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2.1 CIVIL ENGINEERING, Construction engineering
The deployment of wind energy has grown rapidly over the last two decades with an average annual growth rate of more than 26% since 1990. During this period the development and innovation of wind turbines has resulted in continual growth in wind turbine size with output ranges of 10-15MW likely to be deployed by 2020. This increased output has a knock-on effect on the growth of rotor diameters and tower heights. Wind turbine towers are required to become taller, stronger and stiffer in order to carry the increased weight and associated structural loading. Consequently, the dimensions of the tower cross-sections must be increased which results in manufacturing and transportation difficulties as well as increased material costs. Thus, this paper focuses on the development of wind energy technology over the last two decades and the optimisation techniques cited in current literature. From this, a multi-objective optimisation problem is defined as maximising the structural performance of wind turbine towers while simultaneously reducing the life cycle costs and emissions associated with electricity generation from wind. A multi-objective optimisation model based on a harmony search algorithm is presented. This model is proposed to be developed further in order to determine a set of optimal combinations known as Pareto optimal solutions, which will allow a trade-off between the life cycle costs and emissions. Findings from the continuing research are envisaged to support the deployment of large scale wind turbines both onshore and offshore from structurally more promising, economically more competitive and environmentally greener towers.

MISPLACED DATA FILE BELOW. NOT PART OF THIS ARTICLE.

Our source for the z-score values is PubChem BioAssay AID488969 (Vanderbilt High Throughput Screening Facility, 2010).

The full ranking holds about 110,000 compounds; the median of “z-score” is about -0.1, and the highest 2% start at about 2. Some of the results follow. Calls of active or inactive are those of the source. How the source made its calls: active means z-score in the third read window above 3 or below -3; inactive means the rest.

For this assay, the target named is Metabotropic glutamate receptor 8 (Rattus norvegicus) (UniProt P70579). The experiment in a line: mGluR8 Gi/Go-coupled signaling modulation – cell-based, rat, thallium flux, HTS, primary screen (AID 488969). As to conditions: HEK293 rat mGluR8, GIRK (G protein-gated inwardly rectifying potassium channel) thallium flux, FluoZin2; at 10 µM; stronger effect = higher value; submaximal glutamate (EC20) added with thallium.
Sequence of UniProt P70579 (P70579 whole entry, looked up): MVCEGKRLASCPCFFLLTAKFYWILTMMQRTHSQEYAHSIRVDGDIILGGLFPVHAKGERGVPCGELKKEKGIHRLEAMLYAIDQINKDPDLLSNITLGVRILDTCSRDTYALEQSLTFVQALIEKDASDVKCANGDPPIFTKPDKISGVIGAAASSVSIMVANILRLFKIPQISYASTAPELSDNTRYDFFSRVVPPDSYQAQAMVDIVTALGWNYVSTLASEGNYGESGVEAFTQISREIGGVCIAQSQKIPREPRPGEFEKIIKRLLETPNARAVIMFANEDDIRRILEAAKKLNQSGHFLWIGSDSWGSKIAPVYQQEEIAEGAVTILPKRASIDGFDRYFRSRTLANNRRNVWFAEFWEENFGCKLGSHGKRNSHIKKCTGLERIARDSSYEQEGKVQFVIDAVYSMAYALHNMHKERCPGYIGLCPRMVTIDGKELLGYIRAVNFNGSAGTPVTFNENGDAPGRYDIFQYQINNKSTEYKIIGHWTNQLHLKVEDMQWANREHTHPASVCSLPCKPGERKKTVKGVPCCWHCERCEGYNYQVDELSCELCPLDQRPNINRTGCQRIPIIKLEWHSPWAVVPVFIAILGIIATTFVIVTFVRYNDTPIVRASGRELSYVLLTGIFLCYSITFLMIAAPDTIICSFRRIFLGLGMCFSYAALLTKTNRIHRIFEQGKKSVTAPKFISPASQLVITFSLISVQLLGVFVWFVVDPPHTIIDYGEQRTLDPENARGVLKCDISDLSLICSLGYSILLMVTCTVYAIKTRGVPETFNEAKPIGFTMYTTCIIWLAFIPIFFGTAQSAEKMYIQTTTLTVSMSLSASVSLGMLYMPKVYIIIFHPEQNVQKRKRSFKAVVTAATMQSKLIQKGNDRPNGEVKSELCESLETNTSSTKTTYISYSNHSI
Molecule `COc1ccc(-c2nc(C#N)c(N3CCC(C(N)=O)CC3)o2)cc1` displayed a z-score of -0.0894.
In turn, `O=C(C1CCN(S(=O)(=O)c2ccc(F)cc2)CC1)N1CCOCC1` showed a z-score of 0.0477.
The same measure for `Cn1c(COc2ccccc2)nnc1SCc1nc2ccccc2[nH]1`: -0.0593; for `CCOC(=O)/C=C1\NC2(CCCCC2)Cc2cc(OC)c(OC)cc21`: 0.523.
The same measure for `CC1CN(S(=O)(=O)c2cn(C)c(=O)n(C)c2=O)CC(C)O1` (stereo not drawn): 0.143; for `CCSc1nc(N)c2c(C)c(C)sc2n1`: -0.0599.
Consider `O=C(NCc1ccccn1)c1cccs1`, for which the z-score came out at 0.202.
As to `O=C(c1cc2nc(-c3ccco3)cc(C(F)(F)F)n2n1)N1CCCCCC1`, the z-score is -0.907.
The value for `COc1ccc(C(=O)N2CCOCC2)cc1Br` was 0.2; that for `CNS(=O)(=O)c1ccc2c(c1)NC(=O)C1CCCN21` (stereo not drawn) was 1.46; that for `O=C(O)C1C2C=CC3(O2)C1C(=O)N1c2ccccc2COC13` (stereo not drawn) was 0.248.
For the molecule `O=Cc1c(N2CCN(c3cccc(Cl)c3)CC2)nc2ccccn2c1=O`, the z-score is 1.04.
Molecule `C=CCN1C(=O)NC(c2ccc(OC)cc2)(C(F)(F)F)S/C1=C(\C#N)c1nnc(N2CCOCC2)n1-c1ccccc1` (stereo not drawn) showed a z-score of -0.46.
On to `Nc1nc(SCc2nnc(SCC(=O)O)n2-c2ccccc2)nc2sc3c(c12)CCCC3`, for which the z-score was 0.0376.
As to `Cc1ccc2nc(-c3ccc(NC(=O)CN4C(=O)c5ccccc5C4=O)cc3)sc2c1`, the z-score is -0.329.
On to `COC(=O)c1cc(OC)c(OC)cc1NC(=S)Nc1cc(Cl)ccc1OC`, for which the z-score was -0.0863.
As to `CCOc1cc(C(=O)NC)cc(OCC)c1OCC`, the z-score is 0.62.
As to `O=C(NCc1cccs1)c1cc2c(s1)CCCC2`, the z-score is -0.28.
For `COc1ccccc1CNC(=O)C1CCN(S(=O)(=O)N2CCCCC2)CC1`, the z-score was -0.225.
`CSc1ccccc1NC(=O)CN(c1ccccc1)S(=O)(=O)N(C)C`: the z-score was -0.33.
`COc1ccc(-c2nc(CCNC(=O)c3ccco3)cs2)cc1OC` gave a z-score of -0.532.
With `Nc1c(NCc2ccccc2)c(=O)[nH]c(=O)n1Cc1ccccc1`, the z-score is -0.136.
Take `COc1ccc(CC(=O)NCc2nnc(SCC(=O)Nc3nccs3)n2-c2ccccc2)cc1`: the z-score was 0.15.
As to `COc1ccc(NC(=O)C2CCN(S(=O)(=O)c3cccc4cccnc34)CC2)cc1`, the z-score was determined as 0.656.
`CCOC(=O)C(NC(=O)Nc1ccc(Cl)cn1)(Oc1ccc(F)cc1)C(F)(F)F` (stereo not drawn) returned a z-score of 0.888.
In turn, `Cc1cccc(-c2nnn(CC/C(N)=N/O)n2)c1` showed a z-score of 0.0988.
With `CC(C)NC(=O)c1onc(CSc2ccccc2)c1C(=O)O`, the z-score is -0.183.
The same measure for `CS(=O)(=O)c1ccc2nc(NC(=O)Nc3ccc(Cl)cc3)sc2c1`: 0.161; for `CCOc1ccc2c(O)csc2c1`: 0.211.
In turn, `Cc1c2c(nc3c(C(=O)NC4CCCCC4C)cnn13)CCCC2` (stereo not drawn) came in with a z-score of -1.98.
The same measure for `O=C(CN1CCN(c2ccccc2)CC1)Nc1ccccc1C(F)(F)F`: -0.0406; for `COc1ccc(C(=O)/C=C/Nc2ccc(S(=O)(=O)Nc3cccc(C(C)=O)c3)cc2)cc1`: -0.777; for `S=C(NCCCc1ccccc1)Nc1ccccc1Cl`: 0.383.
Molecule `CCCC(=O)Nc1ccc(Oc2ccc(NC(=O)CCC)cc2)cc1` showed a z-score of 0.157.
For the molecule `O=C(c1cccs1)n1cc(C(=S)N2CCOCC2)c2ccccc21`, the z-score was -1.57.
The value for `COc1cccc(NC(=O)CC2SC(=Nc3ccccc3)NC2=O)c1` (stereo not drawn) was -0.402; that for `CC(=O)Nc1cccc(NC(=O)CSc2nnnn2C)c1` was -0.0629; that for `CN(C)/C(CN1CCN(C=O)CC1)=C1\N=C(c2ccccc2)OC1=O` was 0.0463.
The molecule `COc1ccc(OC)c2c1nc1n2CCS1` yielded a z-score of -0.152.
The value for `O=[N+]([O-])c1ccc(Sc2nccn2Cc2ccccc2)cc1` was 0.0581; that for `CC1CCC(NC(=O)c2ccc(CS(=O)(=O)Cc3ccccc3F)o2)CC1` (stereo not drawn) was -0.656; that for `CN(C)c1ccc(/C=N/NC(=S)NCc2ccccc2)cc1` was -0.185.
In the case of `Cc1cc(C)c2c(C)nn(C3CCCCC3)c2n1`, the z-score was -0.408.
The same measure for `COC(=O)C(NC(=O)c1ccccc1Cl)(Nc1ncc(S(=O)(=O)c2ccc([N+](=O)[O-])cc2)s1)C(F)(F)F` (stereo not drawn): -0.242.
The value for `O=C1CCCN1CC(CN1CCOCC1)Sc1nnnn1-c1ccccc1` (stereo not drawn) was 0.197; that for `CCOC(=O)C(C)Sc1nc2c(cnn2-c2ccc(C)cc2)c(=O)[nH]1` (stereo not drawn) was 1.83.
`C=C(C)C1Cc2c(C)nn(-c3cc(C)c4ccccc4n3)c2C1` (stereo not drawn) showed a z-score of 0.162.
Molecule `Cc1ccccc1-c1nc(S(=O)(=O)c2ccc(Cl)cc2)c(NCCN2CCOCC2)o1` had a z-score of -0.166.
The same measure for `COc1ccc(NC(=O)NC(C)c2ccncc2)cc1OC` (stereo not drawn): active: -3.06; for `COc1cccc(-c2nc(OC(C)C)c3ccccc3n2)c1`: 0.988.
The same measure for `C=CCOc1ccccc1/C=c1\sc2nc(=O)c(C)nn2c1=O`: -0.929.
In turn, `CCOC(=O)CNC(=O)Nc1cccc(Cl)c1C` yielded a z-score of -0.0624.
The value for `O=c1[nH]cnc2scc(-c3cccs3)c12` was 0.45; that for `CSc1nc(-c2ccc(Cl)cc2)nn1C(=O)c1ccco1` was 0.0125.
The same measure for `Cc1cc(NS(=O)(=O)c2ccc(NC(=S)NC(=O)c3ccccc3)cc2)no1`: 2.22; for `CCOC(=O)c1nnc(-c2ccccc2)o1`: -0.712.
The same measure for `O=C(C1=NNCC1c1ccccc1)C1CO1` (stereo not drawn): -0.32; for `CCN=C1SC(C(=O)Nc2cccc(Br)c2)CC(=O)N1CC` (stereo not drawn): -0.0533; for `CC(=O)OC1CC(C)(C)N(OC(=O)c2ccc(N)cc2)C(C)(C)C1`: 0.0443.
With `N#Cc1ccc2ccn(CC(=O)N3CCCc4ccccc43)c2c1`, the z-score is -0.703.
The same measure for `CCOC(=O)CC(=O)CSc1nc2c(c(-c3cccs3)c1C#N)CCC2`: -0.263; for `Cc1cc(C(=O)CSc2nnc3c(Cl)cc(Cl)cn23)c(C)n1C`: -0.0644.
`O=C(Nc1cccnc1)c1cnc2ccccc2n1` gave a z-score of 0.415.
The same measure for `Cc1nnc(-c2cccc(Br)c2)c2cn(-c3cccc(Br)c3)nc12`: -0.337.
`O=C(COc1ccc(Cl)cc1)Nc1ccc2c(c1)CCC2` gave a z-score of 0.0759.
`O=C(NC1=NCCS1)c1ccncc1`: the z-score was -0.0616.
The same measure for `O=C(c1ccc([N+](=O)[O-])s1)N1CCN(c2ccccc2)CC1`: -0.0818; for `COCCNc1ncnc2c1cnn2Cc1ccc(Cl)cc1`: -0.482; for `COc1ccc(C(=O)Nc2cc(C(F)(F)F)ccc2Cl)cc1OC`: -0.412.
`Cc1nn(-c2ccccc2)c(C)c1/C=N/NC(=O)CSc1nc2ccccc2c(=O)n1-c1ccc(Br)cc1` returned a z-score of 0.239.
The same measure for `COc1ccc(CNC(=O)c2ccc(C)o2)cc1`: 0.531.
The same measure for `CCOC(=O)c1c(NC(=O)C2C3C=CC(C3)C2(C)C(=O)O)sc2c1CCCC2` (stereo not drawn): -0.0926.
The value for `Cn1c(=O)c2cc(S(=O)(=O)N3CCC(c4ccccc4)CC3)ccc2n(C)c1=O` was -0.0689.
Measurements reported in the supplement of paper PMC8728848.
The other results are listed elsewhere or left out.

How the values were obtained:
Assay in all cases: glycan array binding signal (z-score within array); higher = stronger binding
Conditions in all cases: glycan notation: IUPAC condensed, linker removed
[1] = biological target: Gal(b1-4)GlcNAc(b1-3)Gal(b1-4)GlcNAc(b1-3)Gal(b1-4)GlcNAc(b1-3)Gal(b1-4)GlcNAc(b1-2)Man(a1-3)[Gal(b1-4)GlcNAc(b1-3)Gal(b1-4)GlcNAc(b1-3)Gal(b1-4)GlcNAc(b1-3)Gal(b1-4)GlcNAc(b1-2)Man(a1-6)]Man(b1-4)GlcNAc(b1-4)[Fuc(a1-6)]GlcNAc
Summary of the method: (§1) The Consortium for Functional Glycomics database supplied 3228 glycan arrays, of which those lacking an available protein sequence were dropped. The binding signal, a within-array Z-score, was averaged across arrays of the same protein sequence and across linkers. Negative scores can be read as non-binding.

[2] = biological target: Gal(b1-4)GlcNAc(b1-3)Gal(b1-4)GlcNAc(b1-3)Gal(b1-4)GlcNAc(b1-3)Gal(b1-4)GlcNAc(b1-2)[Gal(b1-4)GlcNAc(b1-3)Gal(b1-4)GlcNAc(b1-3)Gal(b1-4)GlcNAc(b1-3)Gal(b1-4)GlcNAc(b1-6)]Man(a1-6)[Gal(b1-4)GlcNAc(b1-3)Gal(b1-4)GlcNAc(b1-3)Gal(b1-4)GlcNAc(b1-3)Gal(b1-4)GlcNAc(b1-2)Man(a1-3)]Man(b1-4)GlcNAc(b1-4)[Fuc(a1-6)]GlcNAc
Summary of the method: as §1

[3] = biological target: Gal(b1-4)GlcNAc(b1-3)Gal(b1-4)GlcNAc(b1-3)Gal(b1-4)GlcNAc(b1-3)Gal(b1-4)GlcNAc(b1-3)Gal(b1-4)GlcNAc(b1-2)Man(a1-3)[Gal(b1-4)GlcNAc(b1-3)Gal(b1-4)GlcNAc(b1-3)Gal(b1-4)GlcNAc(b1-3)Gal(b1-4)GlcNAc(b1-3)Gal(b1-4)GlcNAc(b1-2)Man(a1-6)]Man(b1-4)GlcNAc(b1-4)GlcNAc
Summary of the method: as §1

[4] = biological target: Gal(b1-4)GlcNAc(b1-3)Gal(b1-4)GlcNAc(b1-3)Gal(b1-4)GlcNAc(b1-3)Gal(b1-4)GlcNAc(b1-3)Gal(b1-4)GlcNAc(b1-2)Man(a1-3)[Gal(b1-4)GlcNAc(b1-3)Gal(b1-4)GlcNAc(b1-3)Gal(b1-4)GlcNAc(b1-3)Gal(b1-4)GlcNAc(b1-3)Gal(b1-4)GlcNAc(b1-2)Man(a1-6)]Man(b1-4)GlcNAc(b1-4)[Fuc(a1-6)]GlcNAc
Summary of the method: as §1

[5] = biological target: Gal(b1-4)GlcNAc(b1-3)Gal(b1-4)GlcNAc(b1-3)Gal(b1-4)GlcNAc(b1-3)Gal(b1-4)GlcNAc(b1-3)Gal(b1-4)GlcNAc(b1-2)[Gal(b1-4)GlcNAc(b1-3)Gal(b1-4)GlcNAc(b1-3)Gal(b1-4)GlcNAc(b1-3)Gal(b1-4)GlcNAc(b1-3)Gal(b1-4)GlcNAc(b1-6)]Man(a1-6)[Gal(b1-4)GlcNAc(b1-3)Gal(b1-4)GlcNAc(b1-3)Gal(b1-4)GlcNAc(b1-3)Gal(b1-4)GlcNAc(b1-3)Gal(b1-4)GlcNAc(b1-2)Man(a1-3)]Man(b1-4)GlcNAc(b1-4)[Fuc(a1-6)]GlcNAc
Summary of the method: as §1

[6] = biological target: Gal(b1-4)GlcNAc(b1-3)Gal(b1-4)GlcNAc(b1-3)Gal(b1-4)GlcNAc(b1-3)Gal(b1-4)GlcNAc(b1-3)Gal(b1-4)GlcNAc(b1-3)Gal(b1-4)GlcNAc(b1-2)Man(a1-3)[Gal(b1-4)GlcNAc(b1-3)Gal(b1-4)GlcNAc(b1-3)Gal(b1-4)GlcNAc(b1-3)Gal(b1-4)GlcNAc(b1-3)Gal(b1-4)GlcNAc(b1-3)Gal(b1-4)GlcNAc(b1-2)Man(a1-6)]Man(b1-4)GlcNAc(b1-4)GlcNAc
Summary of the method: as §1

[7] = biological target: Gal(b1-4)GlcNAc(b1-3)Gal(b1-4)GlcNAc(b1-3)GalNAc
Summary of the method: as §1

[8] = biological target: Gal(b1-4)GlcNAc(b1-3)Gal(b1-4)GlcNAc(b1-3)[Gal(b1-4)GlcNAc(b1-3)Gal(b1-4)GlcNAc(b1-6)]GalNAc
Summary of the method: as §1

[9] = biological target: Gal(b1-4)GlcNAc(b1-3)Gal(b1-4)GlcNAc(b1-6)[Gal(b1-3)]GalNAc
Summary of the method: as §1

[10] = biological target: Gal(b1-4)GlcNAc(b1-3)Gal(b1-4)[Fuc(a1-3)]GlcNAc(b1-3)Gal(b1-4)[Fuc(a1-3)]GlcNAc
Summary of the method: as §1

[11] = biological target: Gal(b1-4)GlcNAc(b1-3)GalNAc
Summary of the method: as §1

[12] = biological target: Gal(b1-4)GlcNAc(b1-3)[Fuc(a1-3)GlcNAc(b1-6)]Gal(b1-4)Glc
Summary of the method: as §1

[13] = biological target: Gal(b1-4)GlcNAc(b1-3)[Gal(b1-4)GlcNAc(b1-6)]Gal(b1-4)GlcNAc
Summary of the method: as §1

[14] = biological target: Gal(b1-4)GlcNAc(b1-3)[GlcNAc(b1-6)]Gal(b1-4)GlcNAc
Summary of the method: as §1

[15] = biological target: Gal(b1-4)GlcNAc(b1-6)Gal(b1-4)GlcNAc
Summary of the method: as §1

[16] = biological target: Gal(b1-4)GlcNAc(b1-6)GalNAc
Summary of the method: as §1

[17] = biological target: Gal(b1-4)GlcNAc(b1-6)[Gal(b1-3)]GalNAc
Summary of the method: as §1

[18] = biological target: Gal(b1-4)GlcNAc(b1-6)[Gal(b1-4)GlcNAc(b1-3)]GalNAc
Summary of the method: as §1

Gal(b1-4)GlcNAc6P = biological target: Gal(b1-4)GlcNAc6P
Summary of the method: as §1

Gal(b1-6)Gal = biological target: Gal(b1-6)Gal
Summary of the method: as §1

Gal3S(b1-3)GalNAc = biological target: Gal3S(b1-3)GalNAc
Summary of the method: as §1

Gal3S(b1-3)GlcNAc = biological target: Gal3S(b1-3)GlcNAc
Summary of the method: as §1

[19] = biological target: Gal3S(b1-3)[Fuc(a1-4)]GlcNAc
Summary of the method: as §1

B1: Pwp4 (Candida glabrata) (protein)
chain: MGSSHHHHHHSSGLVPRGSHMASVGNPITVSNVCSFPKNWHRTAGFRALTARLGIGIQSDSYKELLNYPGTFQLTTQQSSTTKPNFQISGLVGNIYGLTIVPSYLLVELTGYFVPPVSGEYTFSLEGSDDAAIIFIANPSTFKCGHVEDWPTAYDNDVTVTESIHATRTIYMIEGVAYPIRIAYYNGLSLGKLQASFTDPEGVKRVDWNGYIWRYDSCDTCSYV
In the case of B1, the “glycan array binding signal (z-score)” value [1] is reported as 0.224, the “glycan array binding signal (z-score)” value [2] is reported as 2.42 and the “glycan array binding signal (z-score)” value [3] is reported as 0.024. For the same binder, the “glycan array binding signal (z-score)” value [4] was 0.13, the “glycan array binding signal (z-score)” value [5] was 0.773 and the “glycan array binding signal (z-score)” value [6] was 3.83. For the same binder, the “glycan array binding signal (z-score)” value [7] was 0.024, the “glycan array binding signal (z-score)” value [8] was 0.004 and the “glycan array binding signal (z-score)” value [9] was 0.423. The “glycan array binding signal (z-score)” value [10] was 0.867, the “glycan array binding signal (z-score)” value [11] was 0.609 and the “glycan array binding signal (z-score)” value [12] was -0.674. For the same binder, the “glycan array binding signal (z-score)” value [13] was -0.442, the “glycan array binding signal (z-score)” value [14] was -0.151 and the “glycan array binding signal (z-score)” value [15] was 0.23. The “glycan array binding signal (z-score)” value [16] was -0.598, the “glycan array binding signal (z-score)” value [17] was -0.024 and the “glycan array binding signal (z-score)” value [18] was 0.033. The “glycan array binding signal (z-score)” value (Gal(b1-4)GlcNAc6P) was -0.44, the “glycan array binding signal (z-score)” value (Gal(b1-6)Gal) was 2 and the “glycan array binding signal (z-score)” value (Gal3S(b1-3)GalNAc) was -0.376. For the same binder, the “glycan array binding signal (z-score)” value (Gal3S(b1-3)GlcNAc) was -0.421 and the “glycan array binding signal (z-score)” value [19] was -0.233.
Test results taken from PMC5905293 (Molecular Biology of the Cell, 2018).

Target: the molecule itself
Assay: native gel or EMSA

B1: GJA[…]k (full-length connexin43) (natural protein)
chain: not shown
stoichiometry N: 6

Cleary, B., Duffy, A., and O’Connor, A. (2012) Incorporation of Life Cycle Models in determining Optimal Wind Energy Infrastructural Provision, Bridge and Concrete Research in Ireland – BCRI 2012, 6 - 7 September 2012, Dublin, Ireland.